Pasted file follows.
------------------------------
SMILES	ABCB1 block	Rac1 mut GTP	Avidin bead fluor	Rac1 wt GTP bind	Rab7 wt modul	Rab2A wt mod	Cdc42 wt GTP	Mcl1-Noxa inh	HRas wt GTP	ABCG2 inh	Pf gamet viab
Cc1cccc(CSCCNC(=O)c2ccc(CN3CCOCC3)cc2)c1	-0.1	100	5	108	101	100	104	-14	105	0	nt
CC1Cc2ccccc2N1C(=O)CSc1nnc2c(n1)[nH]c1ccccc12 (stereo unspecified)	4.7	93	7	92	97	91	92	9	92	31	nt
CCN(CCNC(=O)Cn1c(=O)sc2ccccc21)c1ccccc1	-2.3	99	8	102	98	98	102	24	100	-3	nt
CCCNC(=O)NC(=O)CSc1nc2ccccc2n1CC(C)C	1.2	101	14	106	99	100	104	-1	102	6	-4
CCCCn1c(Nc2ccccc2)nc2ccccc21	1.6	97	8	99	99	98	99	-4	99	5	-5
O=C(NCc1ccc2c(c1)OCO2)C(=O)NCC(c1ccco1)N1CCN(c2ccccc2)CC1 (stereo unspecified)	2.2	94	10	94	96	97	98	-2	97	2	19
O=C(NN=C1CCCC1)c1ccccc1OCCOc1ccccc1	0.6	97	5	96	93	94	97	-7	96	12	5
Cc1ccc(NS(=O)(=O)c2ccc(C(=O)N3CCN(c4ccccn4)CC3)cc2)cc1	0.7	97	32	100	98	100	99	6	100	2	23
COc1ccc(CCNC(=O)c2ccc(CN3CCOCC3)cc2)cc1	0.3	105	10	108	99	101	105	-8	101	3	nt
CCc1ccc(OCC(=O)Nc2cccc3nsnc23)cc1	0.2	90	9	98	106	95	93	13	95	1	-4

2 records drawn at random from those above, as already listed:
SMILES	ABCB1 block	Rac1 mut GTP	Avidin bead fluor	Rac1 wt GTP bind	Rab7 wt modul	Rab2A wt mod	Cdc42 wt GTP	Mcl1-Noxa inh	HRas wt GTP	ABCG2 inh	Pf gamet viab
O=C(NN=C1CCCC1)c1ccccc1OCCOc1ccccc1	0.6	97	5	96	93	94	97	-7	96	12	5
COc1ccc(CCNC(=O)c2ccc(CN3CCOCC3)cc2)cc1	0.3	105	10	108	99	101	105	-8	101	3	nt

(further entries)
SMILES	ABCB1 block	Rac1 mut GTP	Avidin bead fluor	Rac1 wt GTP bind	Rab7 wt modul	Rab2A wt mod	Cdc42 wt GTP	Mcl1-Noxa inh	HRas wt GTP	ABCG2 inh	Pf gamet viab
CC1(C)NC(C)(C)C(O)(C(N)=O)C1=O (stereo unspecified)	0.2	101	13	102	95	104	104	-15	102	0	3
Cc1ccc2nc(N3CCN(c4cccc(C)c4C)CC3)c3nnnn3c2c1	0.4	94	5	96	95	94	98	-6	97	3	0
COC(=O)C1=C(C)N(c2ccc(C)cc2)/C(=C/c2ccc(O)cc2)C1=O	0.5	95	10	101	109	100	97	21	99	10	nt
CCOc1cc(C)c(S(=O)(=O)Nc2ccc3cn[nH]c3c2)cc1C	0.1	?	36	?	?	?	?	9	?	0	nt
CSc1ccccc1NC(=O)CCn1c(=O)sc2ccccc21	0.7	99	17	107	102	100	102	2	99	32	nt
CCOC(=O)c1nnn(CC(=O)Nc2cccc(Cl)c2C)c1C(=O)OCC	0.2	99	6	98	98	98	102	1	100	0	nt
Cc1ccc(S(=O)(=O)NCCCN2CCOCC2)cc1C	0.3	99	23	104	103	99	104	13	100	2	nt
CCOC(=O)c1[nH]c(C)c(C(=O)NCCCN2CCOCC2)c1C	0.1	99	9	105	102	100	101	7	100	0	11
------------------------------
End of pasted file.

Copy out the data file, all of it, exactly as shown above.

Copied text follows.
SMILES	ABCB1 block	Rac1 mut GTP	Avidin bead fluor	Rac1 wt GTP bind	Rab7 wt modul	Rab2A wt mod	Cdc42 wt GTP	Mcl1-Noxa inh	HRas wt GTP	ABCG2 inh	Pf gamet viab
Cc1cccc(CSCCNC(=O)c2ccc(CN3CCOCC3)cc2)c1	-0.1	100	5	108	101	100	104	-14	105	0	nt
CC1Cc2ccccc2N1C(=O)CSc1nnc2c(n1)[nH]c1ccccc12 (stereo unspecified)	4.7	93	7	92	97	91	92	9	92	31	nt
CCN(CCNC(=O)Cn1c(=O)sc2ccccc21)c1ccccc1	-2.3	99	8	102	98	98	102	24	100	-3	nt
CCCNC(=O)NC(=O)CSc1nc2ccccc2n1CC(C)C	1.2	101	14	106	99	100	104	-1	102	6	-4
CCCCn1c(Nc2ccccc2)nc2ccccc21	1.6	97	8	99	99	98	99	-4	99	5	-5
O=C(NCc1ccc2c(c1)OCO2)C(=O)NCC(c1ccco1)N1CCN(c2ccccc2)CC1 (stereo unspecified)	2.2	94	10	94	96	97	98	-2	97	2	19
O=C(NN=C1CCCC1)c1ccccc1OCCOc1ccccc1	0.6	97	5	96	93	94	97	-7	96	12	5
Cc1ccc(NS(=O)(=O)c2ccc(C(=O)N3CCN(c4ccccn4)CC3)cc2)cc1	0.7	97	32	100	98	100	99	6	100	2	23
COc1ccc(CCNC(=O)c2ccc(CN3CCOCC3)cc2)cc1	0.3	105	10	108	99	101	105	-8	101	3	nt
CCc1ccc(OCC(=O)Nc2cccc3nsnc23)cc1	0.2	90	9	98	106	95	93	13	95	1	-4

2 records drawn at random from those above, as already listed:
SMILES	ABCB1 block	Rac1 mut GTP	Avidin bead fluor	Rac1 wt GTP bind	Rab7 wt modul	Rab2A wt mod	Cdc42 wt GTP	Mcl1-Noxa inh	HRas wt GTP	ABCG2 inh	Pf gamet viab
O=C(NN=C1CCCC1)c1ccccc1OCCOc1ccccc1	0.6	97	5	96	93	94	97	-7	96	12	5
COc1ccc(CCNC(=O)c2ccc(CN3CCOCC3)cc2)cc1	0.3	105	10	108	99	101	105	-8	101	3	nt

(further entries)
SMILES	ABCB1 block	Rac1 mut GTP	Avidin bead fluor	Rac1 wt GTP bind	Rab7 wt modul	Rab2A wt mod	Cdc42 wt GTP	Mcl1-Noxa inh	HRas wt GTP	ABCG2 inh	Pf gamet viab
CC1(C)NC(C)(C)C(O)(C(N)=O)C1=O (stereo unspecified)	0.2	101	13	102	95	104	104	-15	102	0	3
Cc1ccc2nc(N3CCN(c4cccc(C)c4C)CC3)c3nnnn3c2c1	0.4	94	5	96	95	94	98	-6	97	3	0
COC(=O)C1=C(C)N(c2ccc(C)cc2)/C(=C/c2ccc(O)cc2)C1=O	0.5	95	10	101	109	100	97	21	99	10	nt
CCOc1cc(C)c(S(=O)(=O)Nc2ccc3cn[nH]c3c2)cc1C	0.1	?	36	?	?	?	?	9	?	0	nt
CSc1ccccc1NC(=O)CCn1c(=O)sc2ccccc21	0.7	99	17	107	102	100	102	2	99	32	nt
CCOC(=O)c1nnn(CC(=O)Nc2cccc(Cl)c2C)c1C(=O)OCC	0.2	99	6	98	98	98	102	1	100	0	nt
Cc1ccc(S(=O)(=O)NCCCN2CCOCC2)cc1C	0.3	99	23	104	103	99	104	13	100	2	nt
CCOC(=O)c1[nH]c(C)c(C(=O)NCCCN2CCOCC2)c1C	0.1	99	9	105	102	100	101	7	100	0	11